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Title: Functional analysis of the SseK family of Salmonella SPI-2 type III secretion system effectors
Author: Günster, Regina Agnes
ISNI:       0000 0004 9350 1575
Awarding Body: Imperial College London
Current Institution: Imperial College London
Date of Award: 2017
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In humans, serovars of Salmonella enterica cause diseases ranging from gastroenteritis to systemic typhoid fever. Salmonella encodes numerous translocated virulence (effector) proteins that enable the bacterium’s complex intracellular lifestyle. Three poorly characterised Salmonella effectors are the SseK proteins: SseK1, SseK2 and SseK3. This work showed that all three effectors are translocated by the SPI‐2 type III secretion system into macrophages. Despite high amino acid similarity between the proteins, SseK1 is cytosolic and SseK2 and SseK3 associate with the Golgi network. When ectopically expressed in mammalian cells, SseK1, SseK2 and SseK3 suppressed NF‐κB pathway activation. This inhibition was specific for TNFα‐induced signaling but not TLR4‐, or interleukin‐induced NF‐κB pathway activation. After physiological delivery of the effectors into macrophages during Salmonella infection, SseK1 and SseK3 inhibited NF‐ κB activity in an additive manner and suppressed TNFα‐induced necroptotic host cell death. Despite stable interaction between SseK3 and the E3‐ubiquitin ligase TRIM32 in macrophages, SseK3‐mediated inhibition of NF‐κB activation and host cell death did not require TRIM32. In addition, bacterial burden in Trim32‐/‐ mice were indistinguishable from wild‐type mice after short‐term infection with Salmonella. Catalytic activity of the SseK effectors required a DxD motif, which in SseK1 and SseK3 is essential for arginine‐N‐acetylglucosamine (GlcNAc)‐ ylation of target proteins. In infected macrophages, SseK1 and SseK3 caused arginine‐ GlcNAcylation of a diverse range of distinct bacterial and host proteins, including auto‐ GlcNAcylation of SseK1 and SseK3. Both SseK1 and SseK3 induced arginine‐GlcNAcylation of TRADD, which is most likely the cause of the effector’s inhibitory effect on both NF‐κB activation and host cell death. In addition, a large number of Golgi network associated proteins were identified as potential SseK3 GlcNAcylation targets. This suggests additional, yet‐to‐be validated functions of the effectors during Salmonella infection besides inhibition of NF‐κB signalling and necroptosis in macrophages.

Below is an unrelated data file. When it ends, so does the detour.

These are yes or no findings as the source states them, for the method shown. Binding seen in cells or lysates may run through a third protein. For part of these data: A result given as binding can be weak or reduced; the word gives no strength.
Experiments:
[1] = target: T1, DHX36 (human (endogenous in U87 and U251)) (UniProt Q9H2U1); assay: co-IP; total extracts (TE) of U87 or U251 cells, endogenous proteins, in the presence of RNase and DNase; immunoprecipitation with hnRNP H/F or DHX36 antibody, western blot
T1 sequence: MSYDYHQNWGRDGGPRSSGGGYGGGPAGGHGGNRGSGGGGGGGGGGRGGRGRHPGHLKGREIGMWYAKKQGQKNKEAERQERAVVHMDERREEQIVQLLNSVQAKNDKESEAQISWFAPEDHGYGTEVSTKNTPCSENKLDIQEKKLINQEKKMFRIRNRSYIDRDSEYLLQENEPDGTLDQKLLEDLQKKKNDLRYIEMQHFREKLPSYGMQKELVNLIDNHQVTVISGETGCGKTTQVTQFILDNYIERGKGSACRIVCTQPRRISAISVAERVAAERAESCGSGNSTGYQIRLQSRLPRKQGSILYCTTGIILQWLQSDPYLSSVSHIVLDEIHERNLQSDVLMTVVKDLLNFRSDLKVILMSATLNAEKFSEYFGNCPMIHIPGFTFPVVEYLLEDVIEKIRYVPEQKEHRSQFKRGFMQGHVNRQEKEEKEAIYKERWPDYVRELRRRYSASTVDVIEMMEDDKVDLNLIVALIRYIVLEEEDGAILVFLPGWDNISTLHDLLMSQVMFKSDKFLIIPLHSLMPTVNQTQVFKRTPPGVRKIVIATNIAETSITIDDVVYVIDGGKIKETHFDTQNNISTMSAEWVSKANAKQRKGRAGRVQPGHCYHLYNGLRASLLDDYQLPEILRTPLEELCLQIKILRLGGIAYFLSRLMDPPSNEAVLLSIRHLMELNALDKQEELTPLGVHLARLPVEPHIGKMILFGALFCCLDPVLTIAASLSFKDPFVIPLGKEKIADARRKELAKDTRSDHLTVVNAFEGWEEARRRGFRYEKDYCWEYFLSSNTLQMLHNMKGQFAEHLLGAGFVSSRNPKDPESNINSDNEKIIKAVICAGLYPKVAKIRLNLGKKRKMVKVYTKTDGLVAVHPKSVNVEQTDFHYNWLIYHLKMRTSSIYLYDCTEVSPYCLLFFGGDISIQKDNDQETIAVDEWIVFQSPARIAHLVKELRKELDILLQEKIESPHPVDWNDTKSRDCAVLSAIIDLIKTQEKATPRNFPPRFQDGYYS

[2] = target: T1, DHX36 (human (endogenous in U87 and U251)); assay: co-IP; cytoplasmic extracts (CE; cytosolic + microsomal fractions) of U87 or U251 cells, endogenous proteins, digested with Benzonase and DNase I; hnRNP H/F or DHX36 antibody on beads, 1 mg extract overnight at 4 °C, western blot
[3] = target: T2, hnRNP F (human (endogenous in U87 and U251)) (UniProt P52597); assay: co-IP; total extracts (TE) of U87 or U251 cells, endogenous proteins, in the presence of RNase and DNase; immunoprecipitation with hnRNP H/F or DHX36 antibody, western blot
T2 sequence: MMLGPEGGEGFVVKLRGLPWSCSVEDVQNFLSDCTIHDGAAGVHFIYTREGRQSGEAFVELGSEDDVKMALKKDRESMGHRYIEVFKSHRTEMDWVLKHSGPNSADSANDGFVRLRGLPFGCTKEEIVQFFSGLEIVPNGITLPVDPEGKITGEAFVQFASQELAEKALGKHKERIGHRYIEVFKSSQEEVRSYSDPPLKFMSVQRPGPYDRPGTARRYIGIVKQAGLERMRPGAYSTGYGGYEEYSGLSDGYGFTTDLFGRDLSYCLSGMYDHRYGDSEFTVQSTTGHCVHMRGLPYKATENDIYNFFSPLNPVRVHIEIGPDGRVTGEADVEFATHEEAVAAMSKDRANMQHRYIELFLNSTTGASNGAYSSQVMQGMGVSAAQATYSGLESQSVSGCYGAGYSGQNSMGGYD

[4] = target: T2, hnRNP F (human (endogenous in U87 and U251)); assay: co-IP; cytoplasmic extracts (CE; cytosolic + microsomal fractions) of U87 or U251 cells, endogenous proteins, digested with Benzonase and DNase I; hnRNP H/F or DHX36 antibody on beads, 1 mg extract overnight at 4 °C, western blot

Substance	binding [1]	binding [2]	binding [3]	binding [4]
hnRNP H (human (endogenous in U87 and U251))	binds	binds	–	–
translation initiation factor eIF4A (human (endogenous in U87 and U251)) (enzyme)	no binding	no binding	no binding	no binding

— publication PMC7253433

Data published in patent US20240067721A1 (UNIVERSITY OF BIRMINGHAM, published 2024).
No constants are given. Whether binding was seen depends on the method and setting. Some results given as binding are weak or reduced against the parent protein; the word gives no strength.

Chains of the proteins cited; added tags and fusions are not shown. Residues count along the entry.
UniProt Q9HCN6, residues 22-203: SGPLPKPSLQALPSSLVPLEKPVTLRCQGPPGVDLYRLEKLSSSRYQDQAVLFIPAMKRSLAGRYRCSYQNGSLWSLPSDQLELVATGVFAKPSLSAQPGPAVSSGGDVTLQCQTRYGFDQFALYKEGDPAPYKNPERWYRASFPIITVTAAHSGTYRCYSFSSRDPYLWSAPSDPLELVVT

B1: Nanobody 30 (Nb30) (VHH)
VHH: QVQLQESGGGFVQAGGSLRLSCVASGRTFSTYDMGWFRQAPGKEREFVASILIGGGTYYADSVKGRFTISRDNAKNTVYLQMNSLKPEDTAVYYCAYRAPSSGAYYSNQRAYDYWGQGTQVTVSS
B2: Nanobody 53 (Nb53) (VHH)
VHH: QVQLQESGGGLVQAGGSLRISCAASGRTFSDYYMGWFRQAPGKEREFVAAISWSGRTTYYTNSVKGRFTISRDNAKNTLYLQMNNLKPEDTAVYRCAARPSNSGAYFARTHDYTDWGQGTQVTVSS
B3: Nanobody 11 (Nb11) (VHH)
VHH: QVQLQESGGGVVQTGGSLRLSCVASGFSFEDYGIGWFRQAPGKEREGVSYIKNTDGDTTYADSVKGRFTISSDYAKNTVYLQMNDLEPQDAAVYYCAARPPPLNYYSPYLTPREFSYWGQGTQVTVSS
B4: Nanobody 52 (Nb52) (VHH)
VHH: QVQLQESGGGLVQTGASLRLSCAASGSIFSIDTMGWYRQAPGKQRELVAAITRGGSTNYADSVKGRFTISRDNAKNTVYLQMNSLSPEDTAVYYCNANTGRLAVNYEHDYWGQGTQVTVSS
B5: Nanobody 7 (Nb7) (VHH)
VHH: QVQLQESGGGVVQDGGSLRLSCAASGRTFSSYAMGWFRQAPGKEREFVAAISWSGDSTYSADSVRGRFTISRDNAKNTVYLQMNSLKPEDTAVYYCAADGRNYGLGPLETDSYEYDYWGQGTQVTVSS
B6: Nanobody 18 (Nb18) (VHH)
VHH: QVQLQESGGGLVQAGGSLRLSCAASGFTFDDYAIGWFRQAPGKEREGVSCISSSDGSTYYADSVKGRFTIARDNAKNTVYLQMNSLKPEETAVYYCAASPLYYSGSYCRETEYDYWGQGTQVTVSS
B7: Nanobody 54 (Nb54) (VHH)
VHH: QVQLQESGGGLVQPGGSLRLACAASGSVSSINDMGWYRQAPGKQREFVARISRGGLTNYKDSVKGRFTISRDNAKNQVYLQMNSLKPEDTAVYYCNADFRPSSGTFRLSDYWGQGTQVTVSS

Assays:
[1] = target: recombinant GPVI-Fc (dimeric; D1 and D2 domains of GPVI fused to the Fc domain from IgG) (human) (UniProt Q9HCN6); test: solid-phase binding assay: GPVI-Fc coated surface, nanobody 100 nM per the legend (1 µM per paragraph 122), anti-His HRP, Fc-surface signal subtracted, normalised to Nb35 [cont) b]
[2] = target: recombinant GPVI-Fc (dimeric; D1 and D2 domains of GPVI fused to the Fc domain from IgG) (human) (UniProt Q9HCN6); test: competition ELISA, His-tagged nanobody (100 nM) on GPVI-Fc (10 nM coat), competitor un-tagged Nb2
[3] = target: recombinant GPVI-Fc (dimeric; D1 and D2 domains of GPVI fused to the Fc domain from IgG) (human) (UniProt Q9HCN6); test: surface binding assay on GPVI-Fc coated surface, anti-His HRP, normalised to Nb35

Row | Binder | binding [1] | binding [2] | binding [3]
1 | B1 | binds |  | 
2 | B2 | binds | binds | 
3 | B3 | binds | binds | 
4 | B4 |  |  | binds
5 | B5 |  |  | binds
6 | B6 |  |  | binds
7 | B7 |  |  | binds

Supervisor: Holden, David W. ; Wigneshweraraj, Sivaramesh Sponsor: Imperial College London
Qualification Name: Thesis (Ph.D.) Qualification Level: Doctoral